Jeff Nichols’ 2016 film Midnight Special features the supporting graces, albeit brief, from one David Jensen. He plays a reformed cult follower named Elden, living the simple domestic life, alone, in Louisiana. The character takes on some on-the-run adults and an especially powerful child, providing some temporary rest and moments of clarity. His hair a mess and his face unshaven, Elden walks about his home with an air of mystery, almost more so than the government agents and religious leaders of the film. Such simple gestures, like preparing bedrooms and handing out blankets, carry added weight and background with the looks he gives and the cadences he speaks. Most assuredly, this is not a wasted bit role.
I affectionately refer to Mr. Jensen often as “The Southern Sage,” which is quite the heavy endearment from me. According to his IMDB profile, he’s in his sixties, and slightly older than my father — the two, I feel, would get along well. Jensen, whether in a supporting or more prominent role, typically plays up his current age with a dash of reserved and accepted wisdom, wearing truth and experience in his walk, his eyes and his smile or frown. Similar to how Mickey Rourke had an edge with his scarred up body and troubled past in The Wrestler, you can almost read Jensen’s story through his behavior and disposition. There is always confidence in his step, the kind that comes with decades of living, and a sense of regret and nostalgia in his shoulders. His heart and mind are at the same speed, but don’t have the same thoughts. He represents, with astonishing accuracy and complexity, the working class southern gentleman.
Years ago, I had the opportunity to interview Eddie Jemison and John Mese about their film King of Herrings, which is a modern throwback that mashes the stylings of Woody Allen with Tom Waits. Jensen plays a fellow bar and diner knockabout, usually having to be the ear to everyone’s problems and the raspy voice of reason (a walking confessional, basically). Years later, he played a similar character in the Hurricane Katrina-era film The King of New Orleans, this time as a taxi driver. Almost literally a mobile confessional. Both films feature the height of Jensen’s skills, the advice giver who could use a little help himself; the walking and working stiff who shines as a respectable man of lesser means and great spirit.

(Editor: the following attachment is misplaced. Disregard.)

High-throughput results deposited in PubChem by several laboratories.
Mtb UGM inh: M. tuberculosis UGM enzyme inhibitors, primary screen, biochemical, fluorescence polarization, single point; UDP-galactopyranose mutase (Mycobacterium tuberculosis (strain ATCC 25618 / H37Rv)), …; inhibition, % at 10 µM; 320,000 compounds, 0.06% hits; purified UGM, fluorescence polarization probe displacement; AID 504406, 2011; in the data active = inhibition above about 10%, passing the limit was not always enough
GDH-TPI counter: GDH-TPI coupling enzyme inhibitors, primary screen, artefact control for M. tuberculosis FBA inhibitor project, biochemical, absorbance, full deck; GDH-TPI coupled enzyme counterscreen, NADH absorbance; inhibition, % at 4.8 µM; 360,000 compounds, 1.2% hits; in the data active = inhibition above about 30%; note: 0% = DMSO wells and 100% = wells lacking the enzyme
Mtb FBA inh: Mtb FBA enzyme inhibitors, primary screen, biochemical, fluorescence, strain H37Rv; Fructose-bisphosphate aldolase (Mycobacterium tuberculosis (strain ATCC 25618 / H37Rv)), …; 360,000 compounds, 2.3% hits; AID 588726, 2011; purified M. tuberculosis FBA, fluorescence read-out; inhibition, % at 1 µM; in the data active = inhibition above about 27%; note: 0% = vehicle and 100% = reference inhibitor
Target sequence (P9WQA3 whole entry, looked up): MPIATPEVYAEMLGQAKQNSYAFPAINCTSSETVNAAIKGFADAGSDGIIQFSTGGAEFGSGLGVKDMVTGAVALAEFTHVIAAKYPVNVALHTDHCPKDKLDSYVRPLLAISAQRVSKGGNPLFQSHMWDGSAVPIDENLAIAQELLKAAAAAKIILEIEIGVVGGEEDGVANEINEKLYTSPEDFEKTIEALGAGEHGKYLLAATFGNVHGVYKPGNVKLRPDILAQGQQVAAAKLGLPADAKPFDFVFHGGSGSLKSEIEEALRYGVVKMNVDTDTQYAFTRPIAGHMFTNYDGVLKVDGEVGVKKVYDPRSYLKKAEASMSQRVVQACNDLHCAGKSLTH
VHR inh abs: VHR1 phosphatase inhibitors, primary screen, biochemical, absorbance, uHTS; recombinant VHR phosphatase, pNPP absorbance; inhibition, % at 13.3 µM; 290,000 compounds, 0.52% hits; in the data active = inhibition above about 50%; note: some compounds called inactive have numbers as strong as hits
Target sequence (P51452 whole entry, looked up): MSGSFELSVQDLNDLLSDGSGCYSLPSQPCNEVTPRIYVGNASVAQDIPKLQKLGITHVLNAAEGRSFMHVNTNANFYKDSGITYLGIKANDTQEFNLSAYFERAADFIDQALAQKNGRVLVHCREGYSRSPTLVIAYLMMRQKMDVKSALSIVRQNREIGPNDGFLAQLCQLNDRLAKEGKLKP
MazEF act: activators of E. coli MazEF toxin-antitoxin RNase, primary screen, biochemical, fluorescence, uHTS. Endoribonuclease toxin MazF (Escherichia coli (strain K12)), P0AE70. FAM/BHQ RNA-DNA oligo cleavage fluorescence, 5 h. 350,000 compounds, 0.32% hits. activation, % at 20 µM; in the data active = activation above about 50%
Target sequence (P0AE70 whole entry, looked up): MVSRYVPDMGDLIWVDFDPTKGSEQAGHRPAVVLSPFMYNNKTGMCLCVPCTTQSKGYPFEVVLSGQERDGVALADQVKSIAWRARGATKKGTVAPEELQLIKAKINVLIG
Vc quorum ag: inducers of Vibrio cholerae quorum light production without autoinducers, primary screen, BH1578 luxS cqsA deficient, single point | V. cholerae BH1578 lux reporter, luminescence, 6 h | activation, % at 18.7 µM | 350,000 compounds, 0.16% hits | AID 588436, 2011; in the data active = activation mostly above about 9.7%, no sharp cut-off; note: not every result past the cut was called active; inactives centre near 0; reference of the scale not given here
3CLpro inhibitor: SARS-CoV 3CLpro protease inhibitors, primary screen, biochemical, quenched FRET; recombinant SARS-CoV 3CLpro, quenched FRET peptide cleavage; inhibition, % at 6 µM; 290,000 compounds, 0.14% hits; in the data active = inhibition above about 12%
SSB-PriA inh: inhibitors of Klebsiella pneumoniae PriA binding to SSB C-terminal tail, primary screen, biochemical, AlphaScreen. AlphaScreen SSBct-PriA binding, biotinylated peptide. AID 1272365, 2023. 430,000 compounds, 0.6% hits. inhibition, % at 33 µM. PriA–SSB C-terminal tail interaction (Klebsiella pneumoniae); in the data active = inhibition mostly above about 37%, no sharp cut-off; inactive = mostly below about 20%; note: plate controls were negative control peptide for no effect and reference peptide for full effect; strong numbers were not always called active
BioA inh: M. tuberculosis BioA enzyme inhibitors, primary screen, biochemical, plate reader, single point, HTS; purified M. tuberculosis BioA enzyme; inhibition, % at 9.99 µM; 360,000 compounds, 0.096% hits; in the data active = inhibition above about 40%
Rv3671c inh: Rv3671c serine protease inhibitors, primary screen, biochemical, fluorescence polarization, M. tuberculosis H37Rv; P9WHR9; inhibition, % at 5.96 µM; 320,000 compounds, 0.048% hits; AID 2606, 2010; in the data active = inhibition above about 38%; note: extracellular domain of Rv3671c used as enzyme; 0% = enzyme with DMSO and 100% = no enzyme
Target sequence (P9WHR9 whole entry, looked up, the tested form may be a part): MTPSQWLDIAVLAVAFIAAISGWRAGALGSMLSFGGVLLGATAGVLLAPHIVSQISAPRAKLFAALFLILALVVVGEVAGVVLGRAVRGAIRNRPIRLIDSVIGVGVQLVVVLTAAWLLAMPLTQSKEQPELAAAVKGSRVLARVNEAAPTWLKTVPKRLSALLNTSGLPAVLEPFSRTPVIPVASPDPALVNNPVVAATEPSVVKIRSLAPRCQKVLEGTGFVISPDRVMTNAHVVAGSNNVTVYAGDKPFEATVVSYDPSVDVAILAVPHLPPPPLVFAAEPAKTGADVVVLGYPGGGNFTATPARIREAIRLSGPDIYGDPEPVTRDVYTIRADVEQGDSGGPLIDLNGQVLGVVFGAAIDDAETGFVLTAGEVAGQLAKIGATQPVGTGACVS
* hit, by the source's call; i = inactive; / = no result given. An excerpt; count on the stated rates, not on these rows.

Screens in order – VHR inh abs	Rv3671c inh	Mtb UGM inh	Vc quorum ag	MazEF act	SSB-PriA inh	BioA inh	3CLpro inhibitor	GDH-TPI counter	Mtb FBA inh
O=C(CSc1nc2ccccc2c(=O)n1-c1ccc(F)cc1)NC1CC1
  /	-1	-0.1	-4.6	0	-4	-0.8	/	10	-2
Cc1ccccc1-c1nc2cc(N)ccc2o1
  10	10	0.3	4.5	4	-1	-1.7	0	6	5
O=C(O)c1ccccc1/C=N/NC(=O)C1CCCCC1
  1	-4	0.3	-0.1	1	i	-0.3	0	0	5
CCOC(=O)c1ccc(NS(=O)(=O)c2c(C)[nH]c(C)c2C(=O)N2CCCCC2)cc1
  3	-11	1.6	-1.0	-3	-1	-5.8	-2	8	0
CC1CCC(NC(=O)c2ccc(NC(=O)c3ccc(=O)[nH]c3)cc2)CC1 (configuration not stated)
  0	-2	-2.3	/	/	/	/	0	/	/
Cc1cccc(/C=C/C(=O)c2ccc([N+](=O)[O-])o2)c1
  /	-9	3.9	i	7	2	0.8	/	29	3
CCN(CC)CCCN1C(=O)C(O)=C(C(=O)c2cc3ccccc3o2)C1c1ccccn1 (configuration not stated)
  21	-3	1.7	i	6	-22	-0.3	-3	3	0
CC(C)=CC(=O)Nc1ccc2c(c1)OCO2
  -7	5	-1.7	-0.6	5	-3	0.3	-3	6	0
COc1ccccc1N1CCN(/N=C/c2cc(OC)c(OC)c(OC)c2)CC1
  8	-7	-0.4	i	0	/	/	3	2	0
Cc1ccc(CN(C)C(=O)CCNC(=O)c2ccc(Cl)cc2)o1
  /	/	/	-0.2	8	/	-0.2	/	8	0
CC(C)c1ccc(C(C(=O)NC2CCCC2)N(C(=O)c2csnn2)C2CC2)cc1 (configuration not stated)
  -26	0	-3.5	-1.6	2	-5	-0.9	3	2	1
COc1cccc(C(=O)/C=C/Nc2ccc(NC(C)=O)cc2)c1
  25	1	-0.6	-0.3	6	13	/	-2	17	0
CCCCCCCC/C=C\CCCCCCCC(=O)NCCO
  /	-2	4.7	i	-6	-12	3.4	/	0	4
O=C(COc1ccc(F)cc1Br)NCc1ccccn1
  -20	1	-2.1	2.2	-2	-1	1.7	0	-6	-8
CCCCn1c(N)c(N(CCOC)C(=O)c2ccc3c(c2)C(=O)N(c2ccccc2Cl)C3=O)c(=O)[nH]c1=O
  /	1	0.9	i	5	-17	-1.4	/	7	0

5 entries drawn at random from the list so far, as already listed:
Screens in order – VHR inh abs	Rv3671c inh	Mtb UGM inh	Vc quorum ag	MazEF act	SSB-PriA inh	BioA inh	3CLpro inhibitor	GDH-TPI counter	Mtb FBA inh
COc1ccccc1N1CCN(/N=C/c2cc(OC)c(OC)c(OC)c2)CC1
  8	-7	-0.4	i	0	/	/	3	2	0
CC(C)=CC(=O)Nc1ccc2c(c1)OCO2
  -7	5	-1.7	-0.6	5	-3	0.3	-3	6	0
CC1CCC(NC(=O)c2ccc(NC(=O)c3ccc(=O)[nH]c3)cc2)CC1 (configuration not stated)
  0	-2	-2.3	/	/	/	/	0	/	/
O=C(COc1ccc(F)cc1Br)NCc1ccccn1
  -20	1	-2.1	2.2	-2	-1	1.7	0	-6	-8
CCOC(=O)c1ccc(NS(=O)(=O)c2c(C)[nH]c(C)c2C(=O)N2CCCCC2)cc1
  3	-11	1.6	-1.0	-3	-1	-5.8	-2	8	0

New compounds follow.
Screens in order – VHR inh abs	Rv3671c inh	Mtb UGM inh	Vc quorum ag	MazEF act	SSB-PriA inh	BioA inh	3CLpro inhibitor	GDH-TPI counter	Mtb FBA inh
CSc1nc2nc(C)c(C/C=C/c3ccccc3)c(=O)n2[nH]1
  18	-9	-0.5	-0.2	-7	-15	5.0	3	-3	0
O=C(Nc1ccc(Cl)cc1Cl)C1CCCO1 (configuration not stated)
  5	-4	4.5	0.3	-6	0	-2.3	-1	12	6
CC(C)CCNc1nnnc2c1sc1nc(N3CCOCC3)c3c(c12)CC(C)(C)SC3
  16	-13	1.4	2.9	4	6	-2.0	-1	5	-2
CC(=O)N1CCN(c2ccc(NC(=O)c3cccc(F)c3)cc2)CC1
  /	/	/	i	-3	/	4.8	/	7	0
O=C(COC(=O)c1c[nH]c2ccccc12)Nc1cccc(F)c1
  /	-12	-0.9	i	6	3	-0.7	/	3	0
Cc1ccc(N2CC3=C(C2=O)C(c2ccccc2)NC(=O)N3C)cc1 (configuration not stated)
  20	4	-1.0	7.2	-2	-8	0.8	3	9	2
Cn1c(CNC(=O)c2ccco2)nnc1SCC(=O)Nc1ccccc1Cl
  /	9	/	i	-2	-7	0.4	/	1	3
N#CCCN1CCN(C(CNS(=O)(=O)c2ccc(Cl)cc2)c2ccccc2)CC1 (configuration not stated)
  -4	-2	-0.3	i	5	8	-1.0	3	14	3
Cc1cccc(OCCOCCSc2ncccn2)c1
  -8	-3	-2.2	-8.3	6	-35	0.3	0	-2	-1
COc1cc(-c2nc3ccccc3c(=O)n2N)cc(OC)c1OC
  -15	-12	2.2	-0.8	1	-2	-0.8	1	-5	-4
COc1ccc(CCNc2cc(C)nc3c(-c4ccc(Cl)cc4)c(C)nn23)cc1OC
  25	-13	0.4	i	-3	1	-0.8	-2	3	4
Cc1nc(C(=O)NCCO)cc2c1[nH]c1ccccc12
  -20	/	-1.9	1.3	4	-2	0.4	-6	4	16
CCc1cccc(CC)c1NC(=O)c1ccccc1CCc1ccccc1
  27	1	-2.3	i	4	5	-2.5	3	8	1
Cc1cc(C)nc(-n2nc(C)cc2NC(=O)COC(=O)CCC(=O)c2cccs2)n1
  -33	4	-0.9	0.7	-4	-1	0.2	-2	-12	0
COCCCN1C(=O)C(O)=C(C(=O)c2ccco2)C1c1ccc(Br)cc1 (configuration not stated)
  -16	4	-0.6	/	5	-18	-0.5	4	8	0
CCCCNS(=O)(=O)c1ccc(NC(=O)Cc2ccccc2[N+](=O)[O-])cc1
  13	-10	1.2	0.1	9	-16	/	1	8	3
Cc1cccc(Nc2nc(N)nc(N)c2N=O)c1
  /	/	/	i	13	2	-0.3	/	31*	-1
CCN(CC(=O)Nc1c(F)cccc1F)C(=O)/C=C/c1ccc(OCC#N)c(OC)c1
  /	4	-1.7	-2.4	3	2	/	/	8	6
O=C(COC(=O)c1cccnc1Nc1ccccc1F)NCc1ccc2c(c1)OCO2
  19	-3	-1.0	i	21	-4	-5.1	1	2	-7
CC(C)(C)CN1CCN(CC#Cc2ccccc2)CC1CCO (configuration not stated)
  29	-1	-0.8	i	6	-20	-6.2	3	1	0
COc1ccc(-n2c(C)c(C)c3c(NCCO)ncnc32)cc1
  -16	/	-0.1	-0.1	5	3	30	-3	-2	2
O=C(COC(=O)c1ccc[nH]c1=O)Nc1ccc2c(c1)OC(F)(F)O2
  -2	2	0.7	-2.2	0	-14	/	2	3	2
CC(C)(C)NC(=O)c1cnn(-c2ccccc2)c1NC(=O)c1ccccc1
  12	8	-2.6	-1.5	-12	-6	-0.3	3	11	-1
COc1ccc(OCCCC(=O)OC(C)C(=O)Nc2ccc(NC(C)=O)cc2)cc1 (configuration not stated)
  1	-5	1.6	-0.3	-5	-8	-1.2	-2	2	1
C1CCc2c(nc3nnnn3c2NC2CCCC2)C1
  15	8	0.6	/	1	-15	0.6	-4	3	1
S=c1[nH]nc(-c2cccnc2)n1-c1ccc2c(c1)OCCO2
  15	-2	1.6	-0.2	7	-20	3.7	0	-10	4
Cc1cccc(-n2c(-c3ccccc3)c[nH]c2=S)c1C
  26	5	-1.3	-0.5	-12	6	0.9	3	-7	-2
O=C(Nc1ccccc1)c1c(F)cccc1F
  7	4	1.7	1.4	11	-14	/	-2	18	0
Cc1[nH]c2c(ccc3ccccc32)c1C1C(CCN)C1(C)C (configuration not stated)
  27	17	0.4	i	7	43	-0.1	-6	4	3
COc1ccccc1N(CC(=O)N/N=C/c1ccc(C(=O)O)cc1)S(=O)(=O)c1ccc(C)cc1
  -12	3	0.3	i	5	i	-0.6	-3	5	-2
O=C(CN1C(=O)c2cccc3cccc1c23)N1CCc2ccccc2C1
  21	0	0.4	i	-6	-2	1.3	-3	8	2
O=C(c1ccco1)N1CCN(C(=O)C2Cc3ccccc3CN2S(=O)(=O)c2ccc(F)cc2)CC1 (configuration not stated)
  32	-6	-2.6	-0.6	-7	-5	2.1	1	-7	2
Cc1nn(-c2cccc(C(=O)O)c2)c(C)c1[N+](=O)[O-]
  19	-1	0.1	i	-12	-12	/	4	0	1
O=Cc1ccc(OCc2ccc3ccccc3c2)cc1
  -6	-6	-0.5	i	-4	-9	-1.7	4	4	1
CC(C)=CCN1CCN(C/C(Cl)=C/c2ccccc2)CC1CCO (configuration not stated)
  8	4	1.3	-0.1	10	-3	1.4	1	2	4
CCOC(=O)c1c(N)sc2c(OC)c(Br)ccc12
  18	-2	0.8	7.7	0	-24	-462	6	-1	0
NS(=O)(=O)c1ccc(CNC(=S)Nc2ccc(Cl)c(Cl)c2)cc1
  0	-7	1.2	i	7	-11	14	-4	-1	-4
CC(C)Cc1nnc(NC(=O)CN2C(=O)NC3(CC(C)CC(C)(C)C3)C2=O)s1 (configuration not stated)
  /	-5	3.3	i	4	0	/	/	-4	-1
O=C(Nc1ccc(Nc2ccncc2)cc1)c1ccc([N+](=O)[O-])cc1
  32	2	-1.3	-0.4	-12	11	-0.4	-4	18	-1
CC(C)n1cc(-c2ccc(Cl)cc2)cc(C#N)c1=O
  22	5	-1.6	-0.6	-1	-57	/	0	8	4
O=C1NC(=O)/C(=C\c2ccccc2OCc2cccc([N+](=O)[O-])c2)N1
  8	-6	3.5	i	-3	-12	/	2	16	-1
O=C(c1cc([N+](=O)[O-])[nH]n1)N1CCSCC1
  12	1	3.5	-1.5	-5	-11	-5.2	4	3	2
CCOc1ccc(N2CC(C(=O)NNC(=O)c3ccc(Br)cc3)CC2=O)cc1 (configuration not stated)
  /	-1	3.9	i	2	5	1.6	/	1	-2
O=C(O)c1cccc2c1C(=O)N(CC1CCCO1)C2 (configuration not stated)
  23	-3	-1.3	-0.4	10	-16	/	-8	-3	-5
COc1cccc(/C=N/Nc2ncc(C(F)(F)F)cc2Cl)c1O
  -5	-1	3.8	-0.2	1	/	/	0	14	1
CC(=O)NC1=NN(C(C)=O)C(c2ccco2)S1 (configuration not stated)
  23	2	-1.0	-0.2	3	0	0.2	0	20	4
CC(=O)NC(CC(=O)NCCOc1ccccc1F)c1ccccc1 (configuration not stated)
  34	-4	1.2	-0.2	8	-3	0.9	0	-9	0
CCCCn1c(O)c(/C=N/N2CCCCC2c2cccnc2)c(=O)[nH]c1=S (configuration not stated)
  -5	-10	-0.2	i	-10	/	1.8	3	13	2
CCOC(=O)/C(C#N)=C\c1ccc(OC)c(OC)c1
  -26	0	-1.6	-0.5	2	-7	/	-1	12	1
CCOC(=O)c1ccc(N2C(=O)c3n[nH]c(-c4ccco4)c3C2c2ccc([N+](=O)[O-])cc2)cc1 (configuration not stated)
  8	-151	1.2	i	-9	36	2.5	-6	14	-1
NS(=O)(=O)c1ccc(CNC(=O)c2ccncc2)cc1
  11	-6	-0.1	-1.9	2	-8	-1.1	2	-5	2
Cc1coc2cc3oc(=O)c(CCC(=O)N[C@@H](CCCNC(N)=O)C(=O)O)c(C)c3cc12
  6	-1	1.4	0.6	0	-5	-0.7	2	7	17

It’s shocking to me how much he resembles my father in speech, thought and walk. It’s shocking to me how, even in small roles like a defense lawyer in Free State of Jones, he’s memorable and on point. David Jensen may be the most reliable performer of accrued wisdom and lifelong worker representation that southern film productions have. I don’t think it’s unfair to typecast him as “The Southern Sage” when he fits the bill so well. It’s a most deserving label.
Bill Arceneaux is an independent film critic from New Orleans and member of the Southeastern Film Critics Association. His favorite David Lynch work? Inland Empire. And Batman v Superman continues to puzzle him. Follow him on Twitter @billreviewsand visit his support page at patreon.com/billreviews